I know what it’s like to be frustrated with your situation. I was the same way back with Minnesota. I’d be hitting like .450 in the spring, but they had Otis Nixon in center field in ’97 and ’98, and I couldn’t make the team, no matter what I did. It kind of messes with your mind when you’re young.
That’s why I’m always talking to Brandon Wood, Matt Brown, Sean Rodriguez, all these young dudes who can play but have established veterans in front of them. I tell them to be patient, that their time will come. I know how frustrating it is, but you have to keep working, keep improving — and be ready when your opportunity arrives. I tell them it’s the same game up here. That doesn’t change. What changes is the hype, the fans. It’s the spotlight, and how you handle it.
The talent level on this club is really amazing. Man, I look around and shake my head. We’ve got athletes all over the place. That’s why I feel for Gary. This guy is a premier athlete. I know it’s tough on him emotionally. It doesn’t matter if you’re making $500 million — you want to play. That’s true of 99 percent of the guys in the Major Leagues. Manny Ramirez is playing because he loves the game, loves to hit. I know Manny, and he lives for the game, the competition.
Gary is no different. He just wants to play. That doesn’t make him a bad guy, by any means. It makes him an athlete.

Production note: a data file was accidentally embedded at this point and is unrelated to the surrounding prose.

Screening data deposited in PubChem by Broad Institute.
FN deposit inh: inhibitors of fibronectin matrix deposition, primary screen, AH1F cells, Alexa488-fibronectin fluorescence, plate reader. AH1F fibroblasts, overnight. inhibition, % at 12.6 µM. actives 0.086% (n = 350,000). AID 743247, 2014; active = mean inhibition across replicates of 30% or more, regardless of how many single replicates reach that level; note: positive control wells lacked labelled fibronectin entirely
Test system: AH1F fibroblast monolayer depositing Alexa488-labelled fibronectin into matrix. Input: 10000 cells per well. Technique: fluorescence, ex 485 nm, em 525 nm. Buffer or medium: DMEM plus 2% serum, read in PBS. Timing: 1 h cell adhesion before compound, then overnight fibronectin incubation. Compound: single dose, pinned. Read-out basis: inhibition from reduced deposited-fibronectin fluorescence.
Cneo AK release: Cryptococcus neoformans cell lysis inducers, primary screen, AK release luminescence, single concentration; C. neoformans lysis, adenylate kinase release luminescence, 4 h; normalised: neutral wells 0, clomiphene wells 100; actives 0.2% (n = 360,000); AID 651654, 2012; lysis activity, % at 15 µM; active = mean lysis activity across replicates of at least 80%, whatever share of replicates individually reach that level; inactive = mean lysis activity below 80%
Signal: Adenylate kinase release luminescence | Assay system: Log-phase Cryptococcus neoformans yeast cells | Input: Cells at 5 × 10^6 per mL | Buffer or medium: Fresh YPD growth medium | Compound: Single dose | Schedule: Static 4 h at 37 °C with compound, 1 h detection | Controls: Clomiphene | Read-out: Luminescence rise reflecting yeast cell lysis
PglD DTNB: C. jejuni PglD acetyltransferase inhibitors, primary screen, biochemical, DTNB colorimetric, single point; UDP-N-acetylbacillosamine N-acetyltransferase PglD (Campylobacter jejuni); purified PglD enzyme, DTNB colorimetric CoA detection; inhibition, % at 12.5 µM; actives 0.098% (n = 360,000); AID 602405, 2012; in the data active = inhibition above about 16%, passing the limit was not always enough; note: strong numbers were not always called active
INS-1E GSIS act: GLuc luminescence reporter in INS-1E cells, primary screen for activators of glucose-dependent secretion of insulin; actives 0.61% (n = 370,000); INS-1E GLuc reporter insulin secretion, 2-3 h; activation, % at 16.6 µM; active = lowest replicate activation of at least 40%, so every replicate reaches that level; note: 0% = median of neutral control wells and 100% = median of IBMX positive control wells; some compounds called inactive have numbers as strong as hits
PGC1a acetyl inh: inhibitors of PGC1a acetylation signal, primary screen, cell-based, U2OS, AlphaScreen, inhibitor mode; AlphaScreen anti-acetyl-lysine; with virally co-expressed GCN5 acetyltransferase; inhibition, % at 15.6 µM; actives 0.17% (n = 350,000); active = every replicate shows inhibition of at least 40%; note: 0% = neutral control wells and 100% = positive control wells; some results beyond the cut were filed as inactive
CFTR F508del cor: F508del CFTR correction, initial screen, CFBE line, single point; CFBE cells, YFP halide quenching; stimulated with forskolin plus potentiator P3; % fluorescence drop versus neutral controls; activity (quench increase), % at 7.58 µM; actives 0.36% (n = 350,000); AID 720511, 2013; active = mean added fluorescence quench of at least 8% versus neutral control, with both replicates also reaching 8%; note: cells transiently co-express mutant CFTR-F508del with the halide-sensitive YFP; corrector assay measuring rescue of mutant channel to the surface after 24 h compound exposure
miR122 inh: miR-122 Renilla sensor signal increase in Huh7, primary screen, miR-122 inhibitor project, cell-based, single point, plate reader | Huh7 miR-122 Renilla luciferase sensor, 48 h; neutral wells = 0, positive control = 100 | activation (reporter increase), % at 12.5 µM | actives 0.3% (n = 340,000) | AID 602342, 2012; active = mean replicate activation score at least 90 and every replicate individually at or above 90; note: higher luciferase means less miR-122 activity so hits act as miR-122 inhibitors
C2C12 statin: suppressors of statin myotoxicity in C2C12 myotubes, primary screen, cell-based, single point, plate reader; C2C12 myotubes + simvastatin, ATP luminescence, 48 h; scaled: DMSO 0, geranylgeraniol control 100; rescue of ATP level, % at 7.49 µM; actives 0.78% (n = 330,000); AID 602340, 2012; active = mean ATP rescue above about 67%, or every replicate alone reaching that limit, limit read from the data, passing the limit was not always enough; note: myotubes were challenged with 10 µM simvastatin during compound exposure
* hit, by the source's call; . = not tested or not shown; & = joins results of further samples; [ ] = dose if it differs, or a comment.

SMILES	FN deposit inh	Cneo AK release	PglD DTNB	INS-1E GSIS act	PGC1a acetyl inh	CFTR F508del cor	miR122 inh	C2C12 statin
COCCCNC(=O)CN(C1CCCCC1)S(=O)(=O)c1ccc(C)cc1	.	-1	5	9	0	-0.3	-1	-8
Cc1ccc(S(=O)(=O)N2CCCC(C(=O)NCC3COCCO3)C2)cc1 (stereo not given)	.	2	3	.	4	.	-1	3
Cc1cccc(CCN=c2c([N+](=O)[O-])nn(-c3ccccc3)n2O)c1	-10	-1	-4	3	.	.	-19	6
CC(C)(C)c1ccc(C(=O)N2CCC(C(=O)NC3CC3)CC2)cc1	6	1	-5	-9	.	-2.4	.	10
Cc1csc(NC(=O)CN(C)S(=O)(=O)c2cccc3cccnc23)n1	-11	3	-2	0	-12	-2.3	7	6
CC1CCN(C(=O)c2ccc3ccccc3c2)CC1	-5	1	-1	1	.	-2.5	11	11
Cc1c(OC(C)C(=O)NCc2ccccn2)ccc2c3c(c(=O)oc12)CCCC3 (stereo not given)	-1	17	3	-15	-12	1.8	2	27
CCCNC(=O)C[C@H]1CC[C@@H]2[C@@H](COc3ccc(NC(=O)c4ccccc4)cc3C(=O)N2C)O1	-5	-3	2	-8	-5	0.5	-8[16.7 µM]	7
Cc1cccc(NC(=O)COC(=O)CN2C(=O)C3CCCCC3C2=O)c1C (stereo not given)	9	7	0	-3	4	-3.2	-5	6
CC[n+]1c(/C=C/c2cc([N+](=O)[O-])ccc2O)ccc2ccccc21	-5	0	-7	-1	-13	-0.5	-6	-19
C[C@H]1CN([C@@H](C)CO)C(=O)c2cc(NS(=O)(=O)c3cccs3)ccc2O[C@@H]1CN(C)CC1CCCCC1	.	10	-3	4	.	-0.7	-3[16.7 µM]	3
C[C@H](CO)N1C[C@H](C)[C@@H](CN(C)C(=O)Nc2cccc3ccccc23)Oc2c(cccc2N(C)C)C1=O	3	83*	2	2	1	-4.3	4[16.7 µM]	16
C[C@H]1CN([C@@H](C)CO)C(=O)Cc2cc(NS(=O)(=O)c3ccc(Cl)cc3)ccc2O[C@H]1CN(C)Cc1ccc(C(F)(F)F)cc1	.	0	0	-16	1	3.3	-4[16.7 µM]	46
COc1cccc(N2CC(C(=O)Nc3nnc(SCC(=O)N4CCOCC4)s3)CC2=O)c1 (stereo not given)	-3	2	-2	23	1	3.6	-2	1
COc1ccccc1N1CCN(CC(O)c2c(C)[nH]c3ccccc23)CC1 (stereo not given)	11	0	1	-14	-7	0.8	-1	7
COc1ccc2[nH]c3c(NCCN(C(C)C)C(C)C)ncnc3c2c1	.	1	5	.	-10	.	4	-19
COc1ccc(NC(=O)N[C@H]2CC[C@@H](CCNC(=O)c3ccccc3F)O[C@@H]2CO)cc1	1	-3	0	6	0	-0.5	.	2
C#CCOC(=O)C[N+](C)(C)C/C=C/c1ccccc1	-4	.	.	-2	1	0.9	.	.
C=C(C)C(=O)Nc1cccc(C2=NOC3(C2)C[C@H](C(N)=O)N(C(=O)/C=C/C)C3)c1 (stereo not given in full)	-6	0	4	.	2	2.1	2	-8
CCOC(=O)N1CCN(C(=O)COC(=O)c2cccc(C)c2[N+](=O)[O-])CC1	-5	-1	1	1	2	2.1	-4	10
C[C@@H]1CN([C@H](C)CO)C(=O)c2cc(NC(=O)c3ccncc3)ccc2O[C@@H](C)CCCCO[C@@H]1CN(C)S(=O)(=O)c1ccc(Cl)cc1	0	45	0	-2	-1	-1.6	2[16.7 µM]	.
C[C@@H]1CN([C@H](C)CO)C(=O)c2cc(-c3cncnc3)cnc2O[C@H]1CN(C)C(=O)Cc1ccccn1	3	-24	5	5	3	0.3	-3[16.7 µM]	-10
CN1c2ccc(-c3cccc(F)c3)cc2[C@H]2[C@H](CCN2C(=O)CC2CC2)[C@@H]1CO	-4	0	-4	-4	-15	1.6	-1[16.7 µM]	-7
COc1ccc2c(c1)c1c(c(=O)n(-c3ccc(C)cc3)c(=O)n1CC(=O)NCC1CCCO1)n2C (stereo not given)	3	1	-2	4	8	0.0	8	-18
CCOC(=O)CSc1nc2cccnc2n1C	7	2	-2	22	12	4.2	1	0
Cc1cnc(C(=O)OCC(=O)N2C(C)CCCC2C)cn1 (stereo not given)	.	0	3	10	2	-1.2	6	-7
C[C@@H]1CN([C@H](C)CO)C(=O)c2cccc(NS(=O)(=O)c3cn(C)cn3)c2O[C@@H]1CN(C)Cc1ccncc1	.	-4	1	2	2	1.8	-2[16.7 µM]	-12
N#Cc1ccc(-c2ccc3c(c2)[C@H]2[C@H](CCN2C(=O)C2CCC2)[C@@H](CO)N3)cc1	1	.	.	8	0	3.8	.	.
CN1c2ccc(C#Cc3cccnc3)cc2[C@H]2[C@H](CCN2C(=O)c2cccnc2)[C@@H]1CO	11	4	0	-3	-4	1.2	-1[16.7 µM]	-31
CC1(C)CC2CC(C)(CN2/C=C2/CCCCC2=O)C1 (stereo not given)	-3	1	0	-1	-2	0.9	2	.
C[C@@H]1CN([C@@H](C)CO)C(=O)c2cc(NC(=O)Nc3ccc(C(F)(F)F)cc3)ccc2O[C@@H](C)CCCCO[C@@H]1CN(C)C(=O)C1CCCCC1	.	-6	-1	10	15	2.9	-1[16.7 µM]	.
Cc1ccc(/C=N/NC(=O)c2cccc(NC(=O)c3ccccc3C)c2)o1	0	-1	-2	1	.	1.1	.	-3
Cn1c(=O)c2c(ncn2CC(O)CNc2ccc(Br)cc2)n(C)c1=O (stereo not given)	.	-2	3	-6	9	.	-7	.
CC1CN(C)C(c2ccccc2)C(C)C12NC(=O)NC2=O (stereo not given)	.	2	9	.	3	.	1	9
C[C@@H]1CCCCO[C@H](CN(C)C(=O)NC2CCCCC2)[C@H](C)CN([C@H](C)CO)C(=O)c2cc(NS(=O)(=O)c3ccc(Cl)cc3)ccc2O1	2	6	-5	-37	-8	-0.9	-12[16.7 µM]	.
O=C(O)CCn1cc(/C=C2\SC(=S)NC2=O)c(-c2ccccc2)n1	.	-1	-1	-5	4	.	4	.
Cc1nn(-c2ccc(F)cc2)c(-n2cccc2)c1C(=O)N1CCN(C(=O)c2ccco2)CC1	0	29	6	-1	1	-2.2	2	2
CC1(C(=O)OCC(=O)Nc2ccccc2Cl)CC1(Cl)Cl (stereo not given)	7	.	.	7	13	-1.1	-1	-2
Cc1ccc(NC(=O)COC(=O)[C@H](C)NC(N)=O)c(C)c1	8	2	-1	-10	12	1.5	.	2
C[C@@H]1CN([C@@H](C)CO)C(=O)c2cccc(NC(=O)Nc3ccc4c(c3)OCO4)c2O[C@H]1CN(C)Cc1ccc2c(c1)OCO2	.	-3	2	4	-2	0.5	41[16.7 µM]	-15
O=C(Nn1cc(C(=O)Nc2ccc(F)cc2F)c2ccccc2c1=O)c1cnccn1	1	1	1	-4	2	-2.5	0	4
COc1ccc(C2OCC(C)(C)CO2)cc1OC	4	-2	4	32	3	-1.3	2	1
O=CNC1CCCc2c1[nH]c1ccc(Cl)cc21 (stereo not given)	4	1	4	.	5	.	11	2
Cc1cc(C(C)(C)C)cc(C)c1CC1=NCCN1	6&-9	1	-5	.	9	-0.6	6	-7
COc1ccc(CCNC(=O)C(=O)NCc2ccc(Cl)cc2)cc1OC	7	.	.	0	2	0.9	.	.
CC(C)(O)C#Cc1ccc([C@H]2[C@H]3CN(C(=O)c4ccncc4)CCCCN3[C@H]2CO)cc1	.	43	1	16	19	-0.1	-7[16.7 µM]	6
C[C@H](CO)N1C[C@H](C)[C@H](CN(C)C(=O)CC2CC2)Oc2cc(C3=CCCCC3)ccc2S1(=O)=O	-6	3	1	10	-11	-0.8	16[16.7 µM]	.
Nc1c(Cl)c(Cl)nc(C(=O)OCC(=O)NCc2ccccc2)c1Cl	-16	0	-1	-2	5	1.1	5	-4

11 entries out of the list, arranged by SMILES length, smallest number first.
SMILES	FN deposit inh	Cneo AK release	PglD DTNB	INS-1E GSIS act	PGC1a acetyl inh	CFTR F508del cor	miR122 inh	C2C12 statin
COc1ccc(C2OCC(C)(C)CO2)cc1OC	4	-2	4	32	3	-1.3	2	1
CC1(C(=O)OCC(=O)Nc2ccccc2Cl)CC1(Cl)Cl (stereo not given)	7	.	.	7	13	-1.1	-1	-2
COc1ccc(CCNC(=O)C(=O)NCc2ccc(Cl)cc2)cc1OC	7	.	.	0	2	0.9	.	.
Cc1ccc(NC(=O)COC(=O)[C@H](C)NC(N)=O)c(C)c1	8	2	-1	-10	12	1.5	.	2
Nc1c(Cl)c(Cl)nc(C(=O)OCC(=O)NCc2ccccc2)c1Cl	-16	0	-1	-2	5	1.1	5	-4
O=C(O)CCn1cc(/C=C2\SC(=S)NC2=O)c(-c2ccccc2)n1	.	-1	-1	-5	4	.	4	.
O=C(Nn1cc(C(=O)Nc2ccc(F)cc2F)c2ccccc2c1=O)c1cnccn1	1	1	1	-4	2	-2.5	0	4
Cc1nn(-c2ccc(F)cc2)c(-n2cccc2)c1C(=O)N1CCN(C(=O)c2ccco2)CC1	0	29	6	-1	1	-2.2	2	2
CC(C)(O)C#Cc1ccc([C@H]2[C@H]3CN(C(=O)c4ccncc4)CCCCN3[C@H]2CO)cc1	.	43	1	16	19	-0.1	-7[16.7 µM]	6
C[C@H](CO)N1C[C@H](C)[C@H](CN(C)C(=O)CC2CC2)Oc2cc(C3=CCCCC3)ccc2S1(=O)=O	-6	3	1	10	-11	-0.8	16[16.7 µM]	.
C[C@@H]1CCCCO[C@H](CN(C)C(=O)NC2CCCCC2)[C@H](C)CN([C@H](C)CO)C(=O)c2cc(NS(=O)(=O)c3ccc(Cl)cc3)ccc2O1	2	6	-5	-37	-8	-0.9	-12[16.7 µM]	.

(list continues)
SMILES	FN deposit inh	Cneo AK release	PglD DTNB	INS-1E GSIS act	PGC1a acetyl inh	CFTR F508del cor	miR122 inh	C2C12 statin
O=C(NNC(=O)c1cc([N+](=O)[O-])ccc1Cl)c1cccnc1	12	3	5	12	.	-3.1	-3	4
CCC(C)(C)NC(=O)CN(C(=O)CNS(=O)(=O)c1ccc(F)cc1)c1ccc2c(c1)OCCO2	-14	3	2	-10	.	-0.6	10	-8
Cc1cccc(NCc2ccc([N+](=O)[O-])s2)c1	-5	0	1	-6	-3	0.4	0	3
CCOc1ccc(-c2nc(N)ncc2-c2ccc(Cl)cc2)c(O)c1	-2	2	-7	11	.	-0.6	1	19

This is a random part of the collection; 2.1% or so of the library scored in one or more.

What can you say after a game like that? It was intense, start to finish. We went at it toe to toe with the Red Sox and came back strong after they dropped the hammer on us early with that Jason Bay three-run bomb in the first. I think our guys showed a lot of heart, and we’re going to need everything we’ve got in Boston to get back in this series.
So much happened in this second game, I don’t even know where to start. Bottom line, the big bombs killed us — Bay first, and then J.D. Drew. Bay, I guess he’s the new Manny. He’s swinging the bat like Manny Ramirez in this series. Frankie Rodriguez had 62 saves for us this year, and I’ll take my chances with him out there any time. But Drew hits a two-run bomb off K-Rod, and what can you do? Baseball’s a crazy game.
Hey, as long as we have a breath, we’ve got a shot. They haven’t won anything yet. It takes three games to win this thing, and they’re going to have to earn it. I think we showed tonight the kind of character we have. We’re going to keep fighting, I can tell you that much.